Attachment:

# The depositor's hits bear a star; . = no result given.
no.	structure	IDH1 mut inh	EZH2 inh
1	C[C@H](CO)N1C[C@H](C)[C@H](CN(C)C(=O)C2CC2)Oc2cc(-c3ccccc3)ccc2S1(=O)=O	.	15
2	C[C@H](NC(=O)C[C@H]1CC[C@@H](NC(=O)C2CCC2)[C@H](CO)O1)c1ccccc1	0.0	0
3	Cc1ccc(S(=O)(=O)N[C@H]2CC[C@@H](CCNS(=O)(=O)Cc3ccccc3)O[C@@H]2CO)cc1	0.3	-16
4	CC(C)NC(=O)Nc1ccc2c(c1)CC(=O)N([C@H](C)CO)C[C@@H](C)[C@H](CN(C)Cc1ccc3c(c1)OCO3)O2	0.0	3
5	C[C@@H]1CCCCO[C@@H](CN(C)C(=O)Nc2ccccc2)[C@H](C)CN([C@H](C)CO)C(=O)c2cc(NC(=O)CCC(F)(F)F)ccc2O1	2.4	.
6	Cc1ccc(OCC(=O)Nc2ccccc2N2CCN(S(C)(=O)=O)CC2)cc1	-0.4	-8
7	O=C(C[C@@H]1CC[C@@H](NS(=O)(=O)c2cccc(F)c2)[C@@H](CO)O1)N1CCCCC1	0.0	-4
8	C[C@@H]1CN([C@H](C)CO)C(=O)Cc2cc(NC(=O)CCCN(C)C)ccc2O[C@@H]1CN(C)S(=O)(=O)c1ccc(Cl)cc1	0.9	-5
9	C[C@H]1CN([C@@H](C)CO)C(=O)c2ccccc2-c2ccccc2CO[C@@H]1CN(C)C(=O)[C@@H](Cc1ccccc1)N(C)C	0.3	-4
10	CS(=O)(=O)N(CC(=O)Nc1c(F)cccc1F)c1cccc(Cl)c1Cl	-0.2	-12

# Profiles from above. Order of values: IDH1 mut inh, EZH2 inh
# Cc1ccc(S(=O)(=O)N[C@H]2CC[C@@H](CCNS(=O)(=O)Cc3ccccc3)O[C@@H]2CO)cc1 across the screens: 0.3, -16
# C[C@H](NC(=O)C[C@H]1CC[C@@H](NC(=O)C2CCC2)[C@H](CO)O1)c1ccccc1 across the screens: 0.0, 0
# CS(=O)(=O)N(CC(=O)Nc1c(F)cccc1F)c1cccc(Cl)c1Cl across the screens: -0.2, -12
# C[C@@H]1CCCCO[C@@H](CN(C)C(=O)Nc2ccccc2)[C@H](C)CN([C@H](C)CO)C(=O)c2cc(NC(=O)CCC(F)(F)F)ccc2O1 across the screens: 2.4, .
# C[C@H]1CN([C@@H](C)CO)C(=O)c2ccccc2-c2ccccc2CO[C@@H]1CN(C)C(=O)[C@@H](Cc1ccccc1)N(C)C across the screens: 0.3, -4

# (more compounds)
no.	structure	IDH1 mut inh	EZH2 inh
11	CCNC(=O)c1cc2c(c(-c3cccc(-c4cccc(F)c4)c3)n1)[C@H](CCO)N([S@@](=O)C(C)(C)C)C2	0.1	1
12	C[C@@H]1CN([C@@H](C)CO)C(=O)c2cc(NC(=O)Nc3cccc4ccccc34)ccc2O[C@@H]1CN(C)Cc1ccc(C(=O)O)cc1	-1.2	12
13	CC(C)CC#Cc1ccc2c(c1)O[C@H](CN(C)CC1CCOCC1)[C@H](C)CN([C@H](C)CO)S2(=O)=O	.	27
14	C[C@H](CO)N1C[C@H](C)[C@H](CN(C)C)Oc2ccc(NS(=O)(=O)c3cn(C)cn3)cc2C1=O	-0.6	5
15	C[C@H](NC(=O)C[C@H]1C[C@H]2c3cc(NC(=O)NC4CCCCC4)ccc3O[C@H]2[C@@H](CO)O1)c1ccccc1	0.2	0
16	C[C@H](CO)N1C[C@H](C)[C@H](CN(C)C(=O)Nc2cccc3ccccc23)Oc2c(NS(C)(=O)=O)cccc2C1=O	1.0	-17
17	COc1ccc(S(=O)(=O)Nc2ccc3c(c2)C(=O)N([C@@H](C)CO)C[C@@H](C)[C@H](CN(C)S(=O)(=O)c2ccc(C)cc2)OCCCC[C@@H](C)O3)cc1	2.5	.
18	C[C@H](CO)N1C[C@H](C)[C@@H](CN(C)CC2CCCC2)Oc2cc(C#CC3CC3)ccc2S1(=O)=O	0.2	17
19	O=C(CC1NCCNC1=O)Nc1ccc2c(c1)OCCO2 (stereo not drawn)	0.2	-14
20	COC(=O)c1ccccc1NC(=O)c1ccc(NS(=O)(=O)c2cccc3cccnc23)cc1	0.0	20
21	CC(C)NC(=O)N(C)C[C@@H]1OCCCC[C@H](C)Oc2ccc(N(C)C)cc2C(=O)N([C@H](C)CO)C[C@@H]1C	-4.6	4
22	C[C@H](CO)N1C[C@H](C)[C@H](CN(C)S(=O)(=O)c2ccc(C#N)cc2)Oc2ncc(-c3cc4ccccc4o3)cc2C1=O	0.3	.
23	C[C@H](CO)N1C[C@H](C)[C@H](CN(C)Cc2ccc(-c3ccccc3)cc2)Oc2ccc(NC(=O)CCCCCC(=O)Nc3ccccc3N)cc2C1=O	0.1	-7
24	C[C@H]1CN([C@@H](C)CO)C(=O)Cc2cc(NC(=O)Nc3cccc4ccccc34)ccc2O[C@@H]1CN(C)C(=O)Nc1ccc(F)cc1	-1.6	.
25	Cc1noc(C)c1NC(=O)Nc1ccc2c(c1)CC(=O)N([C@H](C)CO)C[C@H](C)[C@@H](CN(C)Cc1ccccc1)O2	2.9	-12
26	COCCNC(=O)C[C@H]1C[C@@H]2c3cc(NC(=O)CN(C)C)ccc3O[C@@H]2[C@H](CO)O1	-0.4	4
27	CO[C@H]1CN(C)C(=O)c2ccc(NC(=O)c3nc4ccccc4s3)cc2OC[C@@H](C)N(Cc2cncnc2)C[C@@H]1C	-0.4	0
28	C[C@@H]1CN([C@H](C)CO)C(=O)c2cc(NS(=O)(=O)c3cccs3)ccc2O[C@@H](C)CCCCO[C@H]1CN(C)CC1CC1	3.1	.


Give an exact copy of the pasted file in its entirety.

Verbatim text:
# The depositor's hits bear a star; . = no result given.
no.	structure	IDH1 mut inh	EZH2 inh
1	C[C@H](CO)N1C[C@H](C)[C@H](CN(C)C(=O)C2CC2)Oc2cc(-c3ccccc3)ccc2S1(=O)=O	.	15
2	C[C@H](NC(=O)C[C@H]1CC[C@@H](NC(=O)C2CCC2)[C@H](CO)O1)c1ccccc1	0.0	0
3	Cc1ccc(S(=O)(=O)N[C@H]2CC[C@@H](CCNS(=O)(=O)Cc3ccccc3)O[C@@H]2CO)cc1	0.3	-16
4	CC(C)NC(=O)Nc1ccc2c(c1)CC(=O)N([C@H](C)CO)C[C@@H](C)[C@H](CN(C)Cc1ccc3c(c1)OCO3)O2	0.0	3
5	C[C@@H]1CCCCO[C@@H](CN(C)C(=O)Nc2ccccc2)[C@H](C)CN([C@H](C)CO)C(=O)c2cc(NC(=O)CCC(F)(F)F)ccc2O1	2.4	.
6	Cc1ccc(OCC(=O)Nc2ccccc2N2CCN(S(C)(=O)=O)CC2)cc1	-0.4	-8
7	O=C(C[C@@H]1CC[C@@H](NS(=O)(=O)c2cccc(F)c2)[C@@H](CO)O1)N1CCCCC1	0.0	-4
8	C[C@@H]1CN([C@H](C)CO)C(=O)Cc2cc(NC(=O)CCCN(C)C)ccc2O[C@@H]1CN(C)S(=O)(=O)c1ccc(Cl)cc1	0.9	-5
9	C[C@H]1CN([C@@H](C)CO)C(=O)c2ccccc2-c2ccccc2CO[C@@H]1CN(C)C(=O)[C@@H](Cc1ccccc1)N(C)C	0.3	-4
10	CS(=O)(=O)N(CC(=O)Nc1c(F)cccc1F)c1cccc(Cl)c1Cl	-0.2	-12

# Profiles from above. Order of values: IDH1 mut inh, EZH2 inh
# Cc1ccc(S(=O)(=O)N[C@H]2CC[C@@H](CCNS(=O)(=O)Cc3ccccc3)O[C@@H]2CO)cc1 across the screens: 0.3, -16
# C[C@H](NC(=O)C[C@H]1CC[C@@H](NC(=O)C2CCC2)[C@H](CO)O1)c1ccccc1 across the screens: 0.0, 0
# CS(=O)(=O)N(CC(=O)Nc1c(F)cccc1F)c1cccc(Cl)c1Cl across the screens: -0.2, -12
# C[C@@H]1CCCCO[C@@H](CN(C)C(=O)Nc2ccccc2)[C@H](C)CN([C@H](C)CO)C(=O)c2cc(NC(=O)CCC(F)(F)F)ccc2O1 across the screens: 2.4, .
# C[C@H]1CN([C@@H](C)CO)C(=O)c2ccccc2-c2ccccc2CO[C@@H]1CN(C)C(=O)[C@@H](Cc1ccccc1)N(C)C across the screens: 0.3, -4

# (more compounds)
no.	structure	IDH1 mut inh	EZH2 inh
11	CCNC(=O)c1cc2c(c(-c3cccc(-c4cccc(F)c4)c3)n1)[C@H](CCO)N([S@@](=O)C(C)(C)C)C2	0.1	1
12	C[C@@H]1CN([C@@H](C)CO)C(=O)c2cc(NC(=O)Nc3cccc4ccccc34)ccc2O[C@@H]1CN(C)Cc1ccc(C(=O)O)cc1	-1.2	12
13	CC(C)CC#Cc1ccc2c(c1)O[C@H](CN(C)CC1CCOCC1)[C@H](C)CN([C@H](C)CO)S2(=O)=O	.	27
14	C[C@H](CO)N1C[C@H](C)[C@H](CN(C)C)Oc2ccc(NS(=O)(=O)c3cn(C)cn3)cc2C1=O	-0.6	5
15	C[C@H](NC(=O)C[C@H]1C[C@H]2c3cc(NC(=O)NC4CCCCC4)ccc3O[C@H]2[C@@H](CO)O1)c1ccccc1	0.2	0
16	C[C@H](CO)N1C[C@H](C)[C@H](CN(C)C(=O)Nc2cccc3ccccc23)Oc2c(NS(C)(=O)=O)cccc2C1=O	1.0	-17
17	COc1ccc(S(=O)(=O)Nc2ccc3c(c2)C(=O)N([C@@H](C)CO)C[C@@H](C)[C@H](CN(C)S(=O)(=O)c2ccc(C)cc2)OCCCC[C@@H](C)O3)cc1	2.5	.
18	C[C@H](CO)N1C[C@H](C)[C@@H](CN(C)CC2CCCC2)Oc2cc(C#CC3CC3)ccc2S1(=O)=O	0.2	17
19	O=C(CC1NCCNC1=O)Nc1ccc2c(c1)OCCO2 (stereo not drawn)	0.2	-14
20	COC(=O)c1ccccc1NC(=O)c1ccc(NS(=O)(=O)c2cccc3cccnc23)cc1	0.0	20
21	CC(C)NC(=O)N(C)C[C@@H]1OCCCC[C@H](C)Oc2ccc(N(C)C)cc2C(=O)N([C@H](C)CO)C[C@@H]1C	-4.6	4
22	C[C@H](CO)N1C[C@H](C)[C@H](CN(C)S(=O)(=O)c2ccc(C#N)cc2)Oc2ncc(-c3cc4ccccc4o3)cc2C1=O	0.3	.
23	C[C@H](CO)N1C[C@H](C)[C@H](CN(C)Cc2ccc(-c3ccccc3)cc2)Oc2ccc(NC(=O)CCCCCC(=O)Nc3ccccc3N)cc2C1=O	0.1	-7
24	C[C@H]1CN([C@@H](C)CO)C(=O)Cc2cc(NC(=O)Nc3cccc4ccccc34)ccc2O[C@@H]1CN(C)C(=O)Nc1ccc(F)cc1	-1.6	.
25	Cc1noc(C)c1NC(=O)Nc1ccc2c(c1)CC(=O)N([C@H](C)CO)C[C@H](C)[C@@H](CN(C)Cc1ccccc1)O2	2.9	-12
26	COCCNC(=O)C[C@H]1C[C@@H]2c3cc(NC(=O)CN(C)C)ccc3O[C@@H]2[C@H](CO)O1	-0.4	4
27	CO[C@H]1CN(C)C(=O)c2ccc(NC(=O)c3nc4ccccc4s3)cc2OC[C@@H](C)N(Cc2cncnc2)C[C@@H]1C	-0.4	0
28	C[C@@H]1CN([C@H](C)CO)C(=O)c2cc(NS(=O)(=O)c3cccs3)ccc2O[C@@H](C)CCCCO[C@H]1CN(C)CC1CC1	3.1	.